As the saying goes: “Don’t judge a book by its cover”. This metaphorical phrase represents a respect of inner beauty rather than outward. The physical appearance alone should not judge the value and worth of something. That being said, at a glance, the first impression still means a lot.
This is more of a rant than anything but it’s a topic worth covering.
Just recently I read a book by the title of “The Diamond Age” by Neal Stephenson. The book contains concepts that I cannot wholeheartedly grasp being in my mid-teens and is in general, an incredibly complex sci-fi fantasy novel. At a family gathering some two days ago, an uncle seriously questioned my sexuality when he saw me reading this book. It doesn’t help that I do not have the cyberpunk themed cover art as seen above but the brilliantly red exterior depicting a girl running down the street with her handbag. Along with that, in bold letters, the ulterior title of the novel is printed and it is quite misleading as it states: “OR, A YOUNG LADY’S ILLUSTRATED PRIMER”. He immediately thought that it was a chicklet novel which is understandable but the content is nothing of the sort. It infuriates me that while the idiom is so well known, people do not follow it.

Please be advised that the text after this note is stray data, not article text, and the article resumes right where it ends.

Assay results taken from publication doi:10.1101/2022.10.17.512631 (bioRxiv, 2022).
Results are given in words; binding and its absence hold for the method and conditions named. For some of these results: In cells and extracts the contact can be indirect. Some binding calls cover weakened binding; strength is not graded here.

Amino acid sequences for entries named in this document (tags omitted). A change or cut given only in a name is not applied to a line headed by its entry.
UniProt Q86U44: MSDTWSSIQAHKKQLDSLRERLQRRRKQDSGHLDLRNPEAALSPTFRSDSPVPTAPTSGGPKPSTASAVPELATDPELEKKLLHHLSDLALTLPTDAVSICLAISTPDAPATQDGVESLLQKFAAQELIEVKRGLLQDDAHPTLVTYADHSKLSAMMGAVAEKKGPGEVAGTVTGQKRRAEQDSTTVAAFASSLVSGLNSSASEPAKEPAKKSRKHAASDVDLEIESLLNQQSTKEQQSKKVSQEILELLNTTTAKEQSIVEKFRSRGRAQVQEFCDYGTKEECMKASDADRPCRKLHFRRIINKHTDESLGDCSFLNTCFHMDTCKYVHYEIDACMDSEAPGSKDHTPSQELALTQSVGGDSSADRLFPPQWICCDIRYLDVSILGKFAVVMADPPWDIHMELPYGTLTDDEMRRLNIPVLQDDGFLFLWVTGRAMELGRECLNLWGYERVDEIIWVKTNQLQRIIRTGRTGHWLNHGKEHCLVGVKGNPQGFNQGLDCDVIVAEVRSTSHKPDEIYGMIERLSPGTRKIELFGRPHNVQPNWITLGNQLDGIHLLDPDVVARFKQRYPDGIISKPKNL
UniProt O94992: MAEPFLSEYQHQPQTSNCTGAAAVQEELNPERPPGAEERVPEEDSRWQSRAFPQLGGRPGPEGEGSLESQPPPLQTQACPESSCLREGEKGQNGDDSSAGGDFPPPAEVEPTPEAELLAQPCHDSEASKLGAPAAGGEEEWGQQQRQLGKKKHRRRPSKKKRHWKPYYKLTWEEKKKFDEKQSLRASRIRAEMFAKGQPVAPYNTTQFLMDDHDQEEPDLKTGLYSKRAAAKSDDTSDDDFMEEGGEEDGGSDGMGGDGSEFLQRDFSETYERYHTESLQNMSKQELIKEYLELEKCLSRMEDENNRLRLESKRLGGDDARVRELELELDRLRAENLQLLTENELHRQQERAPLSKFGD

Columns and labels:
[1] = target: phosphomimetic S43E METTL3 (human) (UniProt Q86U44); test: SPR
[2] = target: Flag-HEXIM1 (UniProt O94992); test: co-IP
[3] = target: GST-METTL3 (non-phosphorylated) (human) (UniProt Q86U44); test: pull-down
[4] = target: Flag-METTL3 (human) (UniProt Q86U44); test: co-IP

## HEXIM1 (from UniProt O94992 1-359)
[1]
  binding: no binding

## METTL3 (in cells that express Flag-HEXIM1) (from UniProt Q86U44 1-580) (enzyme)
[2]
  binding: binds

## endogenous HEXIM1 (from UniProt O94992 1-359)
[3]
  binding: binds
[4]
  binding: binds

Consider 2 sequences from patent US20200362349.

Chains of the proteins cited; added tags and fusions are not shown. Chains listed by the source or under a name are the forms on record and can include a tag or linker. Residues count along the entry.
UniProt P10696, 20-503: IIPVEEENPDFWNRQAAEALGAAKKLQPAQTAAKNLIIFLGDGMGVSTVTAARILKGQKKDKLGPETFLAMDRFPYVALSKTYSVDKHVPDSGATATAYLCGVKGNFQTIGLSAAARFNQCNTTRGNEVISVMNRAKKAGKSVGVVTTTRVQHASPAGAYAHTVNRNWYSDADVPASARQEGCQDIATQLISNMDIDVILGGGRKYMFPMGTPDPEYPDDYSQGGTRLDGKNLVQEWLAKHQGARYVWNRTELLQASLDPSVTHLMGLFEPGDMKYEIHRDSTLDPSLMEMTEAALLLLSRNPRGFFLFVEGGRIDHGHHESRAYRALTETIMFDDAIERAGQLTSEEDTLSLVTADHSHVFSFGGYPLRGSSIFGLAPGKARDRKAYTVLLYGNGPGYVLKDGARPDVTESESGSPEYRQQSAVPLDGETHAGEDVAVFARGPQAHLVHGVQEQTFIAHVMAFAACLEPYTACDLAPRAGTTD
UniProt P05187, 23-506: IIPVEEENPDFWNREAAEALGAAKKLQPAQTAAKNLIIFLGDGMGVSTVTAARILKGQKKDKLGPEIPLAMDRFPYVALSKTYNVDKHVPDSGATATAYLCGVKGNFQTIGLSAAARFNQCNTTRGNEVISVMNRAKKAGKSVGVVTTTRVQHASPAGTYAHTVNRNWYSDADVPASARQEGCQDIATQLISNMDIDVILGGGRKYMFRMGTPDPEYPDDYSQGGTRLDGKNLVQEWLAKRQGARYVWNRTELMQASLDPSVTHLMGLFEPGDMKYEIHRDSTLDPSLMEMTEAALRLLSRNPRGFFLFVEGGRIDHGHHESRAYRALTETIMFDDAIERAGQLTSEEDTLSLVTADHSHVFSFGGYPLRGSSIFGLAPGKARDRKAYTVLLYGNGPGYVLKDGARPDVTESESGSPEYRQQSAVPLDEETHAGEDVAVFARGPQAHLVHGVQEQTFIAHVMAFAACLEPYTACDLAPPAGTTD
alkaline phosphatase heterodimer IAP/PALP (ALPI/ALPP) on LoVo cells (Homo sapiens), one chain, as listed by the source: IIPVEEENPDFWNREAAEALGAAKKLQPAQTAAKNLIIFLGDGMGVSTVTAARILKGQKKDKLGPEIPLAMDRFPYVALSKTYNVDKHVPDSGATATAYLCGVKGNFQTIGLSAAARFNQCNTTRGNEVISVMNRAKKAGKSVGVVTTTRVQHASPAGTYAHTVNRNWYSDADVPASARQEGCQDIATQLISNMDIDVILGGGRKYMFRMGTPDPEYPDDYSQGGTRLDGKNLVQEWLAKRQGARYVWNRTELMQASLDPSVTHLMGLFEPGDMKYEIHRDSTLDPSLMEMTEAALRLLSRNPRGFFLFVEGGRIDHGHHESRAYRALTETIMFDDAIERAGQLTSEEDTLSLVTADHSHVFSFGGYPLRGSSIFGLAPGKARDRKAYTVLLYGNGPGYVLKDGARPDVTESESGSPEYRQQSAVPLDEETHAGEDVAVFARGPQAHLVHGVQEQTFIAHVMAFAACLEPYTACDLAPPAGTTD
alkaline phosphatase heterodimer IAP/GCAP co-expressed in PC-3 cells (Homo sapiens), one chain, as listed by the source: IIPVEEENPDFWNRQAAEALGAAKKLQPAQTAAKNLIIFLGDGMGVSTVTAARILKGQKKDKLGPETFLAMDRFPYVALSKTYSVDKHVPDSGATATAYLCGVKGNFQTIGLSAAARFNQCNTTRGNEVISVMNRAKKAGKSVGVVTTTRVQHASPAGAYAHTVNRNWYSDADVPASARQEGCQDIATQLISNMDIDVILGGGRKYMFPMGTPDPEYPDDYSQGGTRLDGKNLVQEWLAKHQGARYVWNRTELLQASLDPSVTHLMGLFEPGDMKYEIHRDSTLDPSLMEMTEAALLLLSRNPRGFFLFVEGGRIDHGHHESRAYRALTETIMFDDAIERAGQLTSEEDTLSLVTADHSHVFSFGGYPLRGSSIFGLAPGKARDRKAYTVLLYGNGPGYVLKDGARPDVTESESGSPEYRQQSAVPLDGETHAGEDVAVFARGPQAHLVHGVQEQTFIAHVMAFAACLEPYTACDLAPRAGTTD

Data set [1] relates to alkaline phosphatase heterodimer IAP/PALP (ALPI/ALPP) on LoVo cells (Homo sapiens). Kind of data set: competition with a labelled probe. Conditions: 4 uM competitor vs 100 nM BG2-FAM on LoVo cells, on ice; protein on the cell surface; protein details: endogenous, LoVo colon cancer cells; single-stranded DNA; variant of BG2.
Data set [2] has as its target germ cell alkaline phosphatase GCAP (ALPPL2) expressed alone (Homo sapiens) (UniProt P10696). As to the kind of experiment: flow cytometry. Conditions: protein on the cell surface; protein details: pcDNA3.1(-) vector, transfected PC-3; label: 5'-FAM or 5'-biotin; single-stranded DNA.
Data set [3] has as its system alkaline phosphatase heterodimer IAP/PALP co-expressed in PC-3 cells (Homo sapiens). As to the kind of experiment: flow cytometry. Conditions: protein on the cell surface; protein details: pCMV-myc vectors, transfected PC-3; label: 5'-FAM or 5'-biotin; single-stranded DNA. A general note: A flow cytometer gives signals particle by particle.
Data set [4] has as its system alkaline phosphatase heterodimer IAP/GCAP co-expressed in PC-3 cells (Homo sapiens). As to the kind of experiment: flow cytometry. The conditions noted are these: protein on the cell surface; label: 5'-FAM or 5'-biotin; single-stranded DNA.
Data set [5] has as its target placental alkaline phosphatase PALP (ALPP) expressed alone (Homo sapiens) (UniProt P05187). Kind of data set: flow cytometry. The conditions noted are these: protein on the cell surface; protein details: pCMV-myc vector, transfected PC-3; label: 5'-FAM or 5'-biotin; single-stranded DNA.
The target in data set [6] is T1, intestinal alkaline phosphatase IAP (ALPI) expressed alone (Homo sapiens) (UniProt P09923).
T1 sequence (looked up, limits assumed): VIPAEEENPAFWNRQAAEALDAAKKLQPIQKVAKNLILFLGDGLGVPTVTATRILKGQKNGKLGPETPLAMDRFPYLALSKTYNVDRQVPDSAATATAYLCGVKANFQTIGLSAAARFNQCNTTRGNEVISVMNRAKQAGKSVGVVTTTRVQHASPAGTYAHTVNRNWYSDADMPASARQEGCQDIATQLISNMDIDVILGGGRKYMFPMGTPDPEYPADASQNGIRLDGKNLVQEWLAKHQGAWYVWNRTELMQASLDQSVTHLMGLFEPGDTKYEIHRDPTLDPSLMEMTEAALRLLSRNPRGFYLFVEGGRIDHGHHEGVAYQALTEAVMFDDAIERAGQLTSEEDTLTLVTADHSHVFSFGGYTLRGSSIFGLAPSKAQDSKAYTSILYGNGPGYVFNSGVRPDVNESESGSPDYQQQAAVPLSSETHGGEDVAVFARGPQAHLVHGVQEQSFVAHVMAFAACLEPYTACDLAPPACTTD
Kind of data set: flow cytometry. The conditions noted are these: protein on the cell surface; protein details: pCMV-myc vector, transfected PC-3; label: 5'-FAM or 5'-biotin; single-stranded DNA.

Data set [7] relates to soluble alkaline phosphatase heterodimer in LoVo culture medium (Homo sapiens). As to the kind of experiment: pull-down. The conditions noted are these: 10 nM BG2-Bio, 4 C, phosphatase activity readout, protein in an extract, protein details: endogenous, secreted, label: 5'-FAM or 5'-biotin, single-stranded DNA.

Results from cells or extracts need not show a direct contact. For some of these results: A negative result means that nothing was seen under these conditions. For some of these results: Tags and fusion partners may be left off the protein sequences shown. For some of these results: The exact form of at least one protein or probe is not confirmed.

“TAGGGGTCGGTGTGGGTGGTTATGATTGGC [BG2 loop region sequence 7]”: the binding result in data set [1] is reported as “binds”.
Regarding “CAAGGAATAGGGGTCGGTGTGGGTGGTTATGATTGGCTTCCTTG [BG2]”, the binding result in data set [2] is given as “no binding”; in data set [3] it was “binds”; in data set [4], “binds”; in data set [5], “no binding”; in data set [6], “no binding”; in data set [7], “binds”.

As hypothetical topic, what if it was a chicklet novel? Maybe it was one involving a female pixie turned into a vampire, riding a horse that transformed into a handsome prince when the heroine broke the social norm inflicted by her parents. Even if it was that kind of a book, does that mean I cannot read it? Perhaps it is a satirical piece written to display a purpose worth pursuing. To any of my readers have read the literary selection “A Modest Proposal” by Jonathan Swift, if that had been taken at face value than he would have been slaughtered by the Irish.
*Sigh* Sometimes, I wish I could live in solitude. Or at least, I should have the ability to blend myself into a wall like a chameleon and not be ridiculed for my taste in literature. I mean, The Diamond Age revolves around the idea of a revert to the caste system, disparity in social class, and education. It’s won the damn Hugo Award! It’s a good book. A really good book. Ya’ll mooks ya hear me? MOOKS!